Adam Rish started printmaking in 1979 while attending East Sydney Technical College. During that year he made some 30 different etchings, screenprints and lithographs. In 1981 he produced a further series of etchings while living in Melbourne plus a series of linocuts made while on an artist residency in Vence, France. These formed a book, with Garry Shead, called “Vence Upon a Time”. In 1984 he made linocuts in the narrative series “The Age of Reason” and 1986 saw a similar narrative series “Historia Mundi Illustrata”. Between 1984 and 1986 Rish also made a set of line etchings and linocuts which he hand-coloured with gouache paints.
The prints were exhibited at Christine Abrahams Gallery, Melbourne (1979,1983), Harrington St Gallery, Hobart (1979), Salamanca Place Gallery, Hobart (1983), Mori Gallery, Sydney (1984,1986), and Solander Gallery, Canberra (1987). Work was sold to numerous private and public collections including the National Gallery, Canberra and the Art Gallery of NSW.
Rish stopped printmaking in 1987 but in June 2010 on a trip to a studio workshop in Skopeles, Greece with master printmaker Basil Hall, his interest was reignited. Here he produced four etchings and two linocuts on Greek mythological themes. On his return to Sydney he commenced a series of drypoints inspired by this trip.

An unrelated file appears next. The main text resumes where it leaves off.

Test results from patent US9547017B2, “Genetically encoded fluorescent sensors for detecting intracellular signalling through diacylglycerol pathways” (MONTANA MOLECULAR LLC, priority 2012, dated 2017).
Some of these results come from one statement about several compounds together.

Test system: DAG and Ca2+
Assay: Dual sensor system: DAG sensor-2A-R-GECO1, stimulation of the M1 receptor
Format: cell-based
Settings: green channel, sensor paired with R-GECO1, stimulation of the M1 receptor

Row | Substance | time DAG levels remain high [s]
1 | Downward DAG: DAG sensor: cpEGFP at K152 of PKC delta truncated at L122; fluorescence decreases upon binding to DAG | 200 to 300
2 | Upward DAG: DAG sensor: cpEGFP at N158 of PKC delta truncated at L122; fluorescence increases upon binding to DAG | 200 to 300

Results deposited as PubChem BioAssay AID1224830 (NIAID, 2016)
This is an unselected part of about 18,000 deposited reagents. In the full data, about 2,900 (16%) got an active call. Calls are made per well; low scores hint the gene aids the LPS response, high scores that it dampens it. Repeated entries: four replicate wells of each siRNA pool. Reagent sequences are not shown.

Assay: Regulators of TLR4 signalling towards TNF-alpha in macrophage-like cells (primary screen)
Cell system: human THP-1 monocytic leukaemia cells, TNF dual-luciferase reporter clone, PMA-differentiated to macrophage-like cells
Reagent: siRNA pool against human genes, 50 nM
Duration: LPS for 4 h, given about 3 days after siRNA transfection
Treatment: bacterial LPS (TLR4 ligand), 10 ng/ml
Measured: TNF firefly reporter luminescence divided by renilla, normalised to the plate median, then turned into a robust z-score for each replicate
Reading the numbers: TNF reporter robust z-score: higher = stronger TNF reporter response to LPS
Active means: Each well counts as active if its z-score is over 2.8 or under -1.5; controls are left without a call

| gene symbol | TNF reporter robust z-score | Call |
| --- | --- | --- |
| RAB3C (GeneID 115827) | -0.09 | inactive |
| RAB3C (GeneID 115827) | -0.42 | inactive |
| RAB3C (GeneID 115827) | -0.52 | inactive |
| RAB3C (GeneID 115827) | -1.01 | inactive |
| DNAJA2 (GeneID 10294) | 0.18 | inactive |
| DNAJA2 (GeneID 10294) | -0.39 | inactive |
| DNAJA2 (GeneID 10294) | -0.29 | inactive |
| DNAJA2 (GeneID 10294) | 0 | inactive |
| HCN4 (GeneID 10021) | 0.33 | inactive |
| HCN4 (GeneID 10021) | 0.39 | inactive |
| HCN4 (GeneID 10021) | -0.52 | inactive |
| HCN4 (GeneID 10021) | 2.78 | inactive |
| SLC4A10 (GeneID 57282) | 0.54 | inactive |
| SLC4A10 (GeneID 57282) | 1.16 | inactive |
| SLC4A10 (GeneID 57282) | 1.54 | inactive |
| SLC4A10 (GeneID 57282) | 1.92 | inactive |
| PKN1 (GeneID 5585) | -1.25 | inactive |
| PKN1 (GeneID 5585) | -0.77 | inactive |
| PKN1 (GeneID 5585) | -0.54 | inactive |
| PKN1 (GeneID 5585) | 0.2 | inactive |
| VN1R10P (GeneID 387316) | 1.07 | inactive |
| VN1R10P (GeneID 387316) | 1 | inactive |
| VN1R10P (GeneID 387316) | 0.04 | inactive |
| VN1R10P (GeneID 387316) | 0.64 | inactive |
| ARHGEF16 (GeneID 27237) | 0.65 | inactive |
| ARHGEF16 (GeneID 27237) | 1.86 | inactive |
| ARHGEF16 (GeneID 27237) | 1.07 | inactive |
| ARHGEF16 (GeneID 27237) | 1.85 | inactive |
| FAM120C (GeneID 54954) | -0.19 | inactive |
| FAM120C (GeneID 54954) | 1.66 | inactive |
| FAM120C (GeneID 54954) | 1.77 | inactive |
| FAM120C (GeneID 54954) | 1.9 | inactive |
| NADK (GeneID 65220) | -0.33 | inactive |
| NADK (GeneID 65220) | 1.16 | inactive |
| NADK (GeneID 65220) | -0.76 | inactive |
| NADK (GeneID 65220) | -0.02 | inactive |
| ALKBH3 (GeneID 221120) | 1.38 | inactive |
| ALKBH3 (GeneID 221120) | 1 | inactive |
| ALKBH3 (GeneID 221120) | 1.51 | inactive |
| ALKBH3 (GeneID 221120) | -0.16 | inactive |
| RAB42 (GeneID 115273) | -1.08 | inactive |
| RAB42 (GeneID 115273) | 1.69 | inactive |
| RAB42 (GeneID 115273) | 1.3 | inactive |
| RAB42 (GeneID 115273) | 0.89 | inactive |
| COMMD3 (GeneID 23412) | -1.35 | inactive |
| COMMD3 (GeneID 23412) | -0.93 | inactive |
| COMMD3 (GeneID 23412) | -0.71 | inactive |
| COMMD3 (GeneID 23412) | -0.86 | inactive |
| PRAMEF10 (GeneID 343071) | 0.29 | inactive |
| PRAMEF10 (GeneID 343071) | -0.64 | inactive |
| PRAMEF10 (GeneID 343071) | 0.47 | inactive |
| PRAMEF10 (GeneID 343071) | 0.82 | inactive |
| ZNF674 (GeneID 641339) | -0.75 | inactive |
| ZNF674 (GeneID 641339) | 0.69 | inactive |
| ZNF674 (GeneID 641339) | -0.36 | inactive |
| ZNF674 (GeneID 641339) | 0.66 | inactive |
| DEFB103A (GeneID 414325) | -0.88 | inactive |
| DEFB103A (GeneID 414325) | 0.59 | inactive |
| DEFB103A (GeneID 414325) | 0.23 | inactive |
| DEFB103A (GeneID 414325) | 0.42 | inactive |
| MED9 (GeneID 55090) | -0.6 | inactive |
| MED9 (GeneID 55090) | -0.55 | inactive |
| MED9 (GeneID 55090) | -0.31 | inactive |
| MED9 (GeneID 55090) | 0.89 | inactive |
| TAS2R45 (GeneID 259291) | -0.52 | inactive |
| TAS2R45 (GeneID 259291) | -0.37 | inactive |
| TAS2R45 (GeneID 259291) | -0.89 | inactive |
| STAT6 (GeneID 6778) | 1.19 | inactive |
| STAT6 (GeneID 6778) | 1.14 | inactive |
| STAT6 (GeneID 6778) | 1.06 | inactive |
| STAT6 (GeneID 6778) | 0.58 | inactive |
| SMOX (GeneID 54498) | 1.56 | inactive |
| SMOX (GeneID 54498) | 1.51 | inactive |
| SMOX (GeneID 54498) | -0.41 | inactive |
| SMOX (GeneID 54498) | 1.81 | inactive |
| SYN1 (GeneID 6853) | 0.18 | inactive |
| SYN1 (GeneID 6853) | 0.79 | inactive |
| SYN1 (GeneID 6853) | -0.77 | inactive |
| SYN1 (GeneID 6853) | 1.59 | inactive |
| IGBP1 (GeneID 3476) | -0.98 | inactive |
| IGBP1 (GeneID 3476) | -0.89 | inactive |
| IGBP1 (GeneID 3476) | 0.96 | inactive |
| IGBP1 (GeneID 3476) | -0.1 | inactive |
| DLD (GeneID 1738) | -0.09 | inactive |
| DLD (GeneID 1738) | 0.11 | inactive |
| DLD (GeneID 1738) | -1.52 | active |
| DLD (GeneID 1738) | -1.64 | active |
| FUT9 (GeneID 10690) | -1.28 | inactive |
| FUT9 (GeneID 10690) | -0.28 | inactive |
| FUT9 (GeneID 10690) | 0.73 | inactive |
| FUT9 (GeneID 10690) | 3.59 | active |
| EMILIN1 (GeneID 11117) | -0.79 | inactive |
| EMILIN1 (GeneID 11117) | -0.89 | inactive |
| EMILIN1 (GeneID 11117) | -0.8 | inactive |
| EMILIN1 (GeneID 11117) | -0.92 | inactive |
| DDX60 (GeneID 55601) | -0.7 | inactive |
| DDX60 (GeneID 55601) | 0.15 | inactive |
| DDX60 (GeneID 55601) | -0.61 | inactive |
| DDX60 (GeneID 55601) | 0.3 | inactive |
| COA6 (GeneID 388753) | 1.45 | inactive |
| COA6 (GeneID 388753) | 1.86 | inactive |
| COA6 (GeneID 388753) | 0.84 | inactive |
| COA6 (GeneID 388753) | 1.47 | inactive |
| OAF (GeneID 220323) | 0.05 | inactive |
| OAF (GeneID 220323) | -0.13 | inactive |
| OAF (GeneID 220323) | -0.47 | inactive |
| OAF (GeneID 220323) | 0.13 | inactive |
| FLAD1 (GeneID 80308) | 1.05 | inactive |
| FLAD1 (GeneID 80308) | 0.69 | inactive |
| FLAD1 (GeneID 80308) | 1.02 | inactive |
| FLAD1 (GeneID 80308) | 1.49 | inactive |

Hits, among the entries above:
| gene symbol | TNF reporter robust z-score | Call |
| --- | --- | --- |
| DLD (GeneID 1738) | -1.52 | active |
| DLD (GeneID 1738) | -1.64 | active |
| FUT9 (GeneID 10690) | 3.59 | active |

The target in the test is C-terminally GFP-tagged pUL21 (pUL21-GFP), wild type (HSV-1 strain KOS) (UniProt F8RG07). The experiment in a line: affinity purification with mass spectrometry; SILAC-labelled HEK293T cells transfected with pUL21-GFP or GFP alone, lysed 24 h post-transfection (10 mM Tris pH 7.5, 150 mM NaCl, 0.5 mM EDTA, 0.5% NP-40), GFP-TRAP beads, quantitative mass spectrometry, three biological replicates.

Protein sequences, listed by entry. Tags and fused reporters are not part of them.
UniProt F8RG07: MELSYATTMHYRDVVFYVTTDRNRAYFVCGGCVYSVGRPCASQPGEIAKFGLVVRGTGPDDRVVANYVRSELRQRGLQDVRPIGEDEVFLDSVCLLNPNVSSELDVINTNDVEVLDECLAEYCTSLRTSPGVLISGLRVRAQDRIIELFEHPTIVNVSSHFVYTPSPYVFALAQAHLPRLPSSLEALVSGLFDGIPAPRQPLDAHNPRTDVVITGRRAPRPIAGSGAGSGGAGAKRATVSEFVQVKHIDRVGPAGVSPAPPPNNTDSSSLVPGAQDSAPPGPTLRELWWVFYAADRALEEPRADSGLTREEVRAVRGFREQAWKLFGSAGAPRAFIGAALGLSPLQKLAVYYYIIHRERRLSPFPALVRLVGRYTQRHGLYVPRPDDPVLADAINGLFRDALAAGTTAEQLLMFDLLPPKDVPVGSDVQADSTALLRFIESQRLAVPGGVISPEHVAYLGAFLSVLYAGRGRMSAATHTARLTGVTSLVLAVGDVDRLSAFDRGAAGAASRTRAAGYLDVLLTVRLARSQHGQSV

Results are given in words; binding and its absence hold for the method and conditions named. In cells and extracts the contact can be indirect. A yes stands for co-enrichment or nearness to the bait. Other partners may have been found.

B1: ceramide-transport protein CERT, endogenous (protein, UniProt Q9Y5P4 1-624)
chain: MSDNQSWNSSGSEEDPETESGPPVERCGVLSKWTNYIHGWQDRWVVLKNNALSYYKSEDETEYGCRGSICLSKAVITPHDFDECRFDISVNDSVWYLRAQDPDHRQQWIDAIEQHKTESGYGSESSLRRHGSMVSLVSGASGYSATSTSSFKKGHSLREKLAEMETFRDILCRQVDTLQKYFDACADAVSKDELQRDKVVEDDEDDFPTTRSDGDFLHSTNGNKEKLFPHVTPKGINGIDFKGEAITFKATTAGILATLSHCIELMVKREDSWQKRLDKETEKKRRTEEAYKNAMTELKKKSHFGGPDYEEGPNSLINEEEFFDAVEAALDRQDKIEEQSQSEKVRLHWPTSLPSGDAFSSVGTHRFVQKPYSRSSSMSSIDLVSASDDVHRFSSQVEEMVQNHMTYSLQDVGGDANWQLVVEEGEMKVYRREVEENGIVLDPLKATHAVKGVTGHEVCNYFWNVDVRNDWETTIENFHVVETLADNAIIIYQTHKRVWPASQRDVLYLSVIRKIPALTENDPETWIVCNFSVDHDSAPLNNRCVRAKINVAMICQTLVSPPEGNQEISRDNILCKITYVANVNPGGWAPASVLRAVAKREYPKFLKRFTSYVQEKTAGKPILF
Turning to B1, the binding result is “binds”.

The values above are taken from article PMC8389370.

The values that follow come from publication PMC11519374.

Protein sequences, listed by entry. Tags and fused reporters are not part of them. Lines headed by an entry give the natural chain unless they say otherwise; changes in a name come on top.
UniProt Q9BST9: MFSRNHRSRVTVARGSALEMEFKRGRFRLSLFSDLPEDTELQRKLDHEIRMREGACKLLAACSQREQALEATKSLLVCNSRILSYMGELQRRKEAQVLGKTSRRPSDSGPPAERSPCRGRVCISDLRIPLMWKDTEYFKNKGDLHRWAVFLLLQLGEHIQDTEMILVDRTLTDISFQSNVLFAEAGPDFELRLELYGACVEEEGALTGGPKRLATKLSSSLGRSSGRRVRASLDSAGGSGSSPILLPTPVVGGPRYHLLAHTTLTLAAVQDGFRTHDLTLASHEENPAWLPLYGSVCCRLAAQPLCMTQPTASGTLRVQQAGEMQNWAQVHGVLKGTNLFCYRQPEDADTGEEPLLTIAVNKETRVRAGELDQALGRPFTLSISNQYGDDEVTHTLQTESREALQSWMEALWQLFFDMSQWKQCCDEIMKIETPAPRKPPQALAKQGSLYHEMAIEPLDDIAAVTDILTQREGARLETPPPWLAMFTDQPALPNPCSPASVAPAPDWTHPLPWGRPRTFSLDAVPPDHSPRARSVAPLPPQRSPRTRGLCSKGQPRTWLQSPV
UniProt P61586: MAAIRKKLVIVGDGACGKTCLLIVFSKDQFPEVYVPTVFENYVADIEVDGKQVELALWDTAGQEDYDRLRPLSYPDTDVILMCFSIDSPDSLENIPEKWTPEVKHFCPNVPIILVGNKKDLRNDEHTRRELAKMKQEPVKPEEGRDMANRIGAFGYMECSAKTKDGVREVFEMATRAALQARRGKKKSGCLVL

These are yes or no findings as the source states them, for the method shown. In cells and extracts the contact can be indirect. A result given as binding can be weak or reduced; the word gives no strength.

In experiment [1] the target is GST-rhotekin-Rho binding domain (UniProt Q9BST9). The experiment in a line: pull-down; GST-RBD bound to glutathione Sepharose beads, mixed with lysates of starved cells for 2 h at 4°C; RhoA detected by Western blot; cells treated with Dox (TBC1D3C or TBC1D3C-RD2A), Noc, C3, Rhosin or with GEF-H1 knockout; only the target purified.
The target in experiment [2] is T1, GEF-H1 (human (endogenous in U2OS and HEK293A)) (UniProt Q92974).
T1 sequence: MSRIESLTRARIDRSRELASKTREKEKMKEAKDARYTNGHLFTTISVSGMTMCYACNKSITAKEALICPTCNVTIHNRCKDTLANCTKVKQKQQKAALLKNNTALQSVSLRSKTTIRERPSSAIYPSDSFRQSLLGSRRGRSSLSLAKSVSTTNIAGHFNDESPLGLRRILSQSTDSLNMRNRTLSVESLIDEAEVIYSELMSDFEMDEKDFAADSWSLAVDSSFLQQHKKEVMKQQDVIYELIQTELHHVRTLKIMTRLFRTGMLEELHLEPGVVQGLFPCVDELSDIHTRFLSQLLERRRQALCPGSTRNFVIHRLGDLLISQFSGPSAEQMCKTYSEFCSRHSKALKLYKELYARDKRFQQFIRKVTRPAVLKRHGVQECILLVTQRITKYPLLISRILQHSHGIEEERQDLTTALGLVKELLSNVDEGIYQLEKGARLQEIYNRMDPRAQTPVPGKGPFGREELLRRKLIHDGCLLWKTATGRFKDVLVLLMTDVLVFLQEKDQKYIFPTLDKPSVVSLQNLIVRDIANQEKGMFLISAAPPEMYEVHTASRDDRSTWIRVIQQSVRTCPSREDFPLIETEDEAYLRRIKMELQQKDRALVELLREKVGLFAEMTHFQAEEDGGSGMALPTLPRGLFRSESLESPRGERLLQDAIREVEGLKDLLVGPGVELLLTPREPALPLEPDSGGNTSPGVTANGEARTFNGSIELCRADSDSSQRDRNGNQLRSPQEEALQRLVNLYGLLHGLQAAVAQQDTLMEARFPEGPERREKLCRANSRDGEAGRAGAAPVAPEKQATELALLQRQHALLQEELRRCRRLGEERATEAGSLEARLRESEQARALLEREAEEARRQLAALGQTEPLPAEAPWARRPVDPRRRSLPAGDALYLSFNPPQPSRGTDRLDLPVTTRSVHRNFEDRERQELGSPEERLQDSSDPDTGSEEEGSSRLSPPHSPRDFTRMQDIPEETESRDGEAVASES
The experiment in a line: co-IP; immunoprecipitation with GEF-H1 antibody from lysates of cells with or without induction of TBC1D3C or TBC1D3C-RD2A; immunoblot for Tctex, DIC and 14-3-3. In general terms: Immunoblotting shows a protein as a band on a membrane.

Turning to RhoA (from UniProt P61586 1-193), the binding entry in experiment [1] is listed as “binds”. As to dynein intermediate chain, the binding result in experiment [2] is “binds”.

Rish has diverse influences in his printmaking, but Goya, Hockney and German Expressionists, such as Max Beckmann, feature strongly. His work stems from his early cartoons for literary journals and student newspapers, and is full of visual puns and literary references: “Entertaining My Sloane”, from the title of Joe Orton’s play, has a circus in the home; “Batman in Bologna” shows Batman in a Renaissance interior, complete with LA style swimming pool. “An Evening at the Mamounia Palace” is from a trip to Morocco and shows a recurrent theme of music and dance. “Balmain Poetry Reading” was commissioned for the literary journal “Aspect”. “Greek” and “Across the Universe” mix Helenic mythology with Russian Lubok woodcuts and Rish’s own domestic images.
Rish style is very precise and graphic. He uses a thin, nervous line, drawn directly onto the hard ground plate with a fine stylus, usually from only a rudimentary starting sketch. He then uses a gradation of three or four aquatints from polished, white plate-tone to jet black. He employs unrealistic, high contrast, distorted perspective and intense shadowing to define his imagery.
In 2011 he held a retrospective of his prints “True Fictions from Australia - Sanna historier från Australien” at the Grafikens Hus Print Museum in Mariefred, Sweden.